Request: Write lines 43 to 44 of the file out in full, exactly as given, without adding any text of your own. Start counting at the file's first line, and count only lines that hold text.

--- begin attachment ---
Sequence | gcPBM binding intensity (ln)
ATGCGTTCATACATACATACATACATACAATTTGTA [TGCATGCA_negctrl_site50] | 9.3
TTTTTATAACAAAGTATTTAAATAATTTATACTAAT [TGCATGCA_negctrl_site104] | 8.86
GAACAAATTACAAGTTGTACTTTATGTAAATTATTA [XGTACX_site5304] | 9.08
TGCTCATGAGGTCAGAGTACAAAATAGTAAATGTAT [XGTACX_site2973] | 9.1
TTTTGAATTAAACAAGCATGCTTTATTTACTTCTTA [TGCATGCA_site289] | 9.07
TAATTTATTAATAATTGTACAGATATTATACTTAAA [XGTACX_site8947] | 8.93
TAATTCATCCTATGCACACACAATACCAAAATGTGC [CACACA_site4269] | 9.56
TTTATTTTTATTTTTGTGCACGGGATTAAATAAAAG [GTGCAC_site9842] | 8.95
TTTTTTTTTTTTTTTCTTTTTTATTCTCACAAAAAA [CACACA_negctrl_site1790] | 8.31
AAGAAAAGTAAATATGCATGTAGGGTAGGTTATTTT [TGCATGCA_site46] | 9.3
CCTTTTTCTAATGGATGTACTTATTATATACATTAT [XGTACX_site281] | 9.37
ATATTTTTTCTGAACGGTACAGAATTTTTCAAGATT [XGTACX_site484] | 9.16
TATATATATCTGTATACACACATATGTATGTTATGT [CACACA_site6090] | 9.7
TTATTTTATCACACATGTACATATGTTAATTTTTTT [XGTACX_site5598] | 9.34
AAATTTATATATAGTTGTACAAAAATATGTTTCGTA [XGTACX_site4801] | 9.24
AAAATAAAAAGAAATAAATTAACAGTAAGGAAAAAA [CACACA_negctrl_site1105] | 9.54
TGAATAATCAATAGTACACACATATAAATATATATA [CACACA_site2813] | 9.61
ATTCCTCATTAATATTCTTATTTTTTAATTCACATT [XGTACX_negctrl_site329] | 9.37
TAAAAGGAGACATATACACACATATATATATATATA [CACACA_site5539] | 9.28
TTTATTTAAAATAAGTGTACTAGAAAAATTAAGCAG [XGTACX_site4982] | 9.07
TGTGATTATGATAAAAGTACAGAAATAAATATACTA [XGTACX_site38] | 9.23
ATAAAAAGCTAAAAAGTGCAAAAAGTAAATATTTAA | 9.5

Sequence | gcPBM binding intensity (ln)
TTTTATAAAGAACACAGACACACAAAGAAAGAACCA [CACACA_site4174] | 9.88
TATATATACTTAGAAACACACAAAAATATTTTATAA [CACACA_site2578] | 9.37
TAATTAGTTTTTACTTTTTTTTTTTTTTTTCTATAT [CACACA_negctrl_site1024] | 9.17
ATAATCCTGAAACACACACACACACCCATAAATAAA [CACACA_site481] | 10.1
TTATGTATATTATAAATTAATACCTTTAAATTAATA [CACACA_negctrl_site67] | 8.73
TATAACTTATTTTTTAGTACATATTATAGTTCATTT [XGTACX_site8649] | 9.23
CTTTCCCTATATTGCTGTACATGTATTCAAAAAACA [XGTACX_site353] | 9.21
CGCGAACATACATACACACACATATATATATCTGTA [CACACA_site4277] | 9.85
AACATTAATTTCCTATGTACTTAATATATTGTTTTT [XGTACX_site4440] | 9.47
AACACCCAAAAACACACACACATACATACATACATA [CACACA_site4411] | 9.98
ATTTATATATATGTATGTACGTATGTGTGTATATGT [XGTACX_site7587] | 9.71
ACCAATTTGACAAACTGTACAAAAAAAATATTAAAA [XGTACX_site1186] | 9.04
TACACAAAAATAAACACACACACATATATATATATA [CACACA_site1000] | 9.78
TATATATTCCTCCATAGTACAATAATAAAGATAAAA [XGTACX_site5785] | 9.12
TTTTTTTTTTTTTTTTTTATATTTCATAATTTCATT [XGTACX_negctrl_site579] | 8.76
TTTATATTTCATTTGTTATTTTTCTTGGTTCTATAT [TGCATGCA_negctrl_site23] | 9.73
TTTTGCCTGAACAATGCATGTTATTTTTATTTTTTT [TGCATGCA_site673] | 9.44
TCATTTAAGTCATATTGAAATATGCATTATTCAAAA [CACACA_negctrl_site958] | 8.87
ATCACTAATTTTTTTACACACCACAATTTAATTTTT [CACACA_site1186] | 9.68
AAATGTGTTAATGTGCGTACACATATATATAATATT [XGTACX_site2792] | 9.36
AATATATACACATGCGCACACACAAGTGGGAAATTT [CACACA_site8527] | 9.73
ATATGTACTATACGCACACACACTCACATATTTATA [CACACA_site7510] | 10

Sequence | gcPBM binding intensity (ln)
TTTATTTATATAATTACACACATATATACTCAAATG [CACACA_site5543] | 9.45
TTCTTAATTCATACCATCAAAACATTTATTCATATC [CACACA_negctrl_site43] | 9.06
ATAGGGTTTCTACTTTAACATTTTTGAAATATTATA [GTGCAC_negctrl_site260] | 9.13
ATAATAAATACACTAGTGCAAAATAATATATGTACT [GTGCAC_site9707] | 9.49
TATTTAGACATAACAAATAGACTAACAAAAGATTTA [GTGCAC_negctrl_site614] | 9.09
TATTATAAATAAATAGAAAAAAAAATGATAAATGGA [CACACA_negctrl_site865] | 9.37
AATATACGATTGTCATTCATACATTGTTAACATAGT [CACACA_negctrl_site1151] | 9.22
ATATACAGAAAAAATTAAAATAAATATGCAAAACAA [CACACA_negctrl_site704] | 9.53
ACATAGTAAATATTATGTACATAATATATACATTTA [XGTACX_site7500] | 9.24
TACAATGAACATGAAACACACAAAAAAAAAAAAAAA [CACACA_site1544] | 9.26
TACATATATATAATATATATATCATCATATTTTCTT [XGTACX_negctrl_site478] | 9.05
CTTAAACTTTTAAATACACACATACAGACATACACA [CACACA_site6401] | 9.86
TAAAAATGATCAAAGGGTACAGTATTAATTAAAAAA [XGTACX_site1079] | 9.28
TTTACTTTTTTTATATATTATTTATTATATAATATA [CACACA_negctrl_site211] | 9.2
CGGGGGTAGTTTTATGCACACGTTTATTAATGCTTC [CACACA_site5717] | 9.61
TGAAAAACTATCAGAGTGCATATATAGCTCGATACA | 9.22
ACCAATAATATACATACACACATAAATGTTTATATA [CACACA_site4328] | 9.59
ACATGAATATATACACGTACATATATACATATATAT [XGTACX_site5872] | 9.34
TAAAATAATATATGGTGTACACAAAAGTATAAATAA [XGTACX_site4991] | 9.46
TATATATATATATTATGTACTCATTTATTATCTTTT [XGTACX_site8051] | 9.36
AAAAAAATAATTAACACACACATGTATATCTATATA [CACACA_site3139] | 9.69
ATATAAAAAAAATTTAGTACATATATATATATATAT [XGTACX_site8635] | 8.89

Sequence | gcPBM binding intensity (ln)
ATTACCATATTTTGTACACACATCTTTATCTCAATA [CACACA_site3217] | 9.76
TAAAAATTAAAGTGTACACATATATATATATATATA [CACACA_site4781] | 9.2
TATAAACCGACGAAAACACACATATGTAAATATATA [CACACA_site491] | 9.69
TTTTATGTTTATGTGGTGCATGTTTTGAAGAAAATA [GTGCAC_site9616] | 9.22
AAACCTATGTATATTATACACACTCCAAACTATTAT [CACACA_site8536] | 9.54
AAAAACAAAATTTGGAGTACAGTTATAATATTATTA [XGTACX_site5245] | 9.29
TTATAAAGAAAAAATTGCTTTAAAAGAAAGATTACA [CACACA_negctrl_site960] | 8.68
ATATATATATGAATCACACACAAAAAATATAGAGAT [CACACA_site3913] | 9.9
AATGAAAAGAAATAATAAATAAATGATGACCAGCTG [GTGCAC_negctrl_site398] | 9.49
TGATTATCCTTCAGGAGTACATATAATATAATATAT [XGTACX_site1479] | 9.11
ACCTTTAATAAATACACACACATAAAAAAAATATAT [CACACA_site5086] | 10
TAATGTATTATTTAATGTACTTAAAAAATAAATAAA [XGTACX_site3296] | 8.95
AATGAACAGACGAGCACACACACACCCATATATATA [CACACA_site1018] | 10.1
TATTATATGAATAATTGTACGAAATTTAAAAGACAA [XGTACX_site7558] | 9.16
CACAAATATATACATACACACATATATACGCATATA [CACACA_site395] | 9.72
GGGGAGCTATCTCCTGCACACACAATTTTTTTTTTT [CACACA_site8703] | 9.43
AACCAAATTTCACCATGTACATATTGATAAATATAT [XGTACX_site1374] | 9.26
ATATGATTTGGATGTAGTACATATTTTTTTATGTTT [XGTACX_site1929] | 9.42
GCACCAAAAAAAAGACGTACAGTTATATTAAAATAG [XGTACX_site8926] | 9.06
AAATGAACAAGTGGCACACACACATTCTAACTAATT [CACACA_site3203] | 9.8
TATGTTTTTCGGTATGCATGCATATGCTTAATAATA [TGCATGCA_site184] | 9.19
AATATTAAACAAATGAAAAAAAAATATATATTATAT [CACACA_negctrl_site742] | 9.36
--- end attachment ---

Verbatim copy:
ATCACTAATTTTTTTACACACCACAATTTAATTTTT [CACACA_site1186] | 9.68
AAATGTGTTAATGTGCGTACACATATATATAATATT [XGTACX_site2792] | 9.36